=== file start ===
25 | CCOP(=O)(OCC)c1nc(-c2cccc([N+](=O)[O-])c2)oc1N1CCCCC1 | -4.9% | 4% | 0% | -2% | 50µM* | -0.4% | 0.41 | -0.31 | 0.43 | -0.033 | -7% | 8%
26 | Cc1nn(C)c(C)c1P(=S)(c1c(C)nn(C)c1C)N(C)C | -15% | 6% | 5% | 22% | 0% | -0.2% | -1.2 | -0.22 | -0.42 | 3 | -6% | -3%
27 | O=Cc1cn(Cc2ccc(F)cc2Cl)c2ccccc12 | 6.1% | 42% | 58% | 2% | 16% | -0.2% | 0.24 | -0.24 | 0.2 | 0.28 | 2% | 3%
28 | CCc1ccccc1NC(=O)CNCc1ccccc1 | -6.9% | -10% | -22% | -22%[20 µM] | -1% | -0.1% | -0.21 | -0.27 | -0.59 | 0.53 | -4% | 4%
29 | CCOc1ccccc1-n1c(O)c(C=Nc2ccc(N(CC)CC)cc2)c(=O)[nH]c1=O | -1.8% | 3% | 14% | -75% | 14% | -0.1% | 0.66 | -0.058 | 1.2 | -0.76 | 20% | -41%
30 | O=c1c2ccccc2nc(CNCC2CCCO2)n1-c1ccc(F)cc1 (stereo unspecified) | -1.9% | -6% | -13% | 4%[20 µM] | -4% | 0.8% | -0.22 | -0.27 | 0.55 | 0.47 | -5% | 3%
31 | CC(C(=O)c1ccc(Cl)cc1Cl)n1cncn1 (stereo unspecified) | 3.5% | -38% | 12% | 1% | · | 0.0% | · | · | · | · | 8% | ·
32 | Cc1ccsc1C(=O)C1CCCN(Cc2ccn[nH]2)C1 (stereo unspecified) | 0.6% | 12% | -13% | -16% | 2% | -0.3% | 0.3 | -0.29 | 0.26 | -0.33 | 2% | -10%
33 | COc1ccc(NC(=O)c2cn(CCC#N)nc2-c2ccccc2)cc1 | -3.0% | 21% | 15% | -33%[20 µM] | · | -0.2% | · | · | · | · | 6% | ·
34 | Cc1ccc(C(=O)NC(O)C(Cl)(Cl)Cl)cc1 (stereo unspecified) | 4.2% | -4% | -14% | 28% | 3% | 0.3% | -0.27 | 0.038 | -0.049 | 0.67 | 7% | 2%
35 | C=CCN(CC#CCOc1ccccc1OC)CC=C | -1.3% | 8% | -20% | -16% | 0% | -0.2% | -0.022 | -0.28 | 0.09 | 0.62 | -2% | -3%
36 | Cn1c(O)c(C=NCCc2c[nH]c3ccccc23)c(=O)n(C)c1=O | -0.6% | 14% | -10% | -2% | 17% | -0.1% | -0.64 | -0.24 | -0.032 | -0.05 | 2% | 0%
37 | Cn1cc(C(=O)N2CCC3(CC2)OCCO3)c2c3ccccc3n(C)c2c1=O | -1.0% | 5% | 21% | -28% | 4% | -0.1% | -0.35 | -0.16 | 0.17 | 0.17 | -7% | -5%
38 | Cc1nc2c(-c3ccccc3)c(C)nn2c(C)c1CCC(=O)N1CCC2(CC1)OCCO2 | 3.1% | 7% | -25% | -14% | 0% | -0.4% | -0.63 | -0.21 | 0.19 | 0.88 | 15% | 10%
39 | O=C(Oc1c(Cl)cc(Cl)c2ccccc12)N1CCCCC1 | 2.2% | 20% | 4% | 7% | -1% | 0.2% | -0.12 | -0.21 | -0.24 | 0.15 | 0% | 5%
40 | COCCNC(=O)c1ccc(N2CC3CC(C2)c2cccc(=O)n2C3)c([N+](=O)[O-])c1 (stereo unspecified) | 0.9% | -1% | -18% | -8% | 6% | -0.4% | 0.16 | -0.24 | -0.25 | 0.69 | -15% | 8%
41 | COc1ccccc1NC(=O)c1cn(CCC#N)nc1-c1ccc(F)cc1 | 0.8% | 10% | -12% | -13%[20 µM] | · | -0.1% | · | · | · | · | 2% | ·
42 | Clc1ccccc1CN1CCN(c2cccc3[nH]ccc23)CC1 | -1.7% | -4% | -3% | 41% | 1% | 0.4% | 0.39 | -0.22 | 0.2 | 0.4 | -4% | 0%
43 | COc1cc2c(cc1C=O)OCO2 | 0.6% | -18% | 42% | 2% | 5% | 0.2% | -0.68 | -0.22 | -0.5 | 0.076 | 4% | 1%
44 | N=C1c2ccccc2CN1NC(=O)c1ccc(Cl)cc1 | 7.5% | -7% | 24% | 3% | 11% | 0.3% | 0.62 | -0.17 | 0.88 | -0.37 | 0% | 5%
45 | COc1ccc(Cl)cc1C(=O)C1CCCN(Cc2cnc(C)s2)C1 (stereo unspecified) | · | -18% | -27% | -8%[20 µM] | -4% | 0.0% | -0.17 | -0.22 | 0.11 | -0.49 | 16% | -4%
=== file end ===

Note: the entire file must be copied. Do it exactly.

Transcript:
25 | CCOP(=O)(OCC)c1nc(-c2cccc([N+](=O)[O-])c2)oc1N1CCCCC1 | -4.9% | 4% | 0% | -2% | 50µM* | -0.4% | 0.41 | -0.31 | 0.43 | -0.033 | -7% | 8%
26 | Cc1nn(C)c(C)c1P(=S)(c1c(C)nn(C)c1C)N(C)C | -15% | 6% | 5% | 22% | 0% | -0.2% | -1.2 | -0.22 | -0.42 | 3 | -6% | -3%
27 | O=Cc1cn(Cc2ccc(F)cc2Cl)c2ccccc12 | 6.1% | 42% | 58% | 2% | 16% | -0.2% | 0.24 | -0.24 | 0.2 | 0.28 | 2% | 3%
28 | CCc1ccccc1NC(=O)CNCc1ccccc1 | -6.9% | -10% | -22% | -22%[20 µM] | -1% | -0.1% | -0.21 | -0.27 | -0.59 | 0.53 | -4% | 4%
29 | CCOc1ccccc1-n1c(O)c(C=Nc2ccc(N(CC)CC)cc2)c(=O)[nH]c1=O | -1.8% | 3% | 14% | -75% | 14% | -0.1% | 0.66 | -0.058 | 1.2 | -0.76 | 20% | -41%
30 | O=c1c2ccccc2nc(CNCC2CCCO2)n1-c1ccc(F)cc1 (stereo unspecified) | -1.9% | -6% | -13% | 4%[20 µM] | -4% | 0.8% | -0.22 | -0.27 | 0.55 | 0.47 | -5% | 3%
31 | CC(C(=O)c1ccc(Cl)cc1Cl)n1cncn1 (stereo unspecified) | 3.5% | -38% | 12% | 1% | · | 0.0% | · | · | · | · | 8% | ·
32 | Cc1ccsc1C(=O)C1CCCN(Cc2ccn[nH]2)C1 (stereo unspecified) | 0.6% | 12% | -13% | -16% | 2% | -0.3% | 0.3 | -0.29 | 0.26 | -0.33 | 2% | -10%
33 | COc1ccc(NC(=O)c2cn(CCC#N)nc2-c2ccccc2)cc1 | -3.0% | 21% | 15% | -33%[20 µM] | · | -0.2% | · | · | · | · | 6% | ·
34 | Cc1ccc(C(=O)NC(O)C(Cl)(Cl)Cl)cc1 (stereo unspecified) | 4.2% | -4% | -14% | 28% | 3% | 0.3% | -0.27 | 0.038 | -0.049 | 0.67 | 7% | 2%
35 | C=CCN(CC#CCOc1ccccc1OC)CC=C | -1.3% | 8% | -20% | -16% | 0% | -0.2% | -0.022 | -0.28 | 0.09 | 0.62 | -2% | -3%
36 | Cn1c(O)c(C=NCCc2c[nH]c3ccccc23)c(=O)n(C)c1=O | -0.6% | 14% | -10% | -2% | 17% | -0.1% | -0.64 | -0.24 | -0.032 | -0.05 | 2% | 0%
37 | Cn1cc(C(=O)N2CCC3(CC2)OCCO3)c2c3ccccc3n(C)c2c1=O | -1.0% | 5% | 21% | -28% | 4% | -0.1% | -0.35 | -0.16 | 0.17 | 0.17 | -7% | -5%
38 | Cc1nc2c(-c3ccccc3)c(C)nn2c(C)c1CCC(=O)N1CCC2(CC1)OCCO2 | 3.1% | 7% | -25% | -14% | 0% | -0.4% | -0.63 | -0.21 | 0.19 | 0.88 | 15% | 10%
39 | O=C(Oc1c(Cl)cc(Cl)c2ccccc12)N1CCCCC1 | 2.2% | 20% | 4% | 7% | -1% | 0.2% | -0.12 | -0.21 | -0.24 | 0.15 | 0% | 5%
40 | COCCNC(=O)c1ccc(N2CC3CC(C2)c2cccc(=O)n2C3)c([N+](=O)[O-])c1 (stereo unspecified) | 0.9% | -1% | -18% | -8% | 6% | -0.4% | 0.16 | -0.24 | -0.25 | 0.69 | -15% | 8%
41 | COc1ccccc1NC(=O)c1cn(CCC#N)nc1-c1ccc(F)cc1 | 0.8% | 10% | -12% | -13%[20 µM] | · | -0.1% | · | · | · | · | 2% | ·
42 | Clc1ccccc1CN1CCN(c2cccc3[nH]ccc23)CC1 | -1.7% | -4% | -3% | 41% | 1% | 0.4% | 0.39 | -0.22 | 0.2 | 0.4 | -4% | 0%
43 | COc1cc2c(cc1C=O)OCO2 | 0.6% | -18% | 42% | 2% | 5% | 0.2% | -0.68 | -0.22 | -0.5 | 0.076 | 4% | 1%
44 | N=C1c2ccccc2CN1NC(=O)c1ccc(Cl)cc1 | 7.5% | -7% | 24% | 3% | 11% | 0.3% | 0.62 | -0.17 | 0.88 | -0.37 | 0% | 5%
45 | COc1ccc(Cl)cc1C(=O)C1CCCN(Cc2cnc(C)s2)C1 (stereo unspecified) | · | -18% | -27% | -8%[20 µM] | -4% | 0.0% | -0.17 | -0.22 | 0.11 | -0.49 | 16% | -4%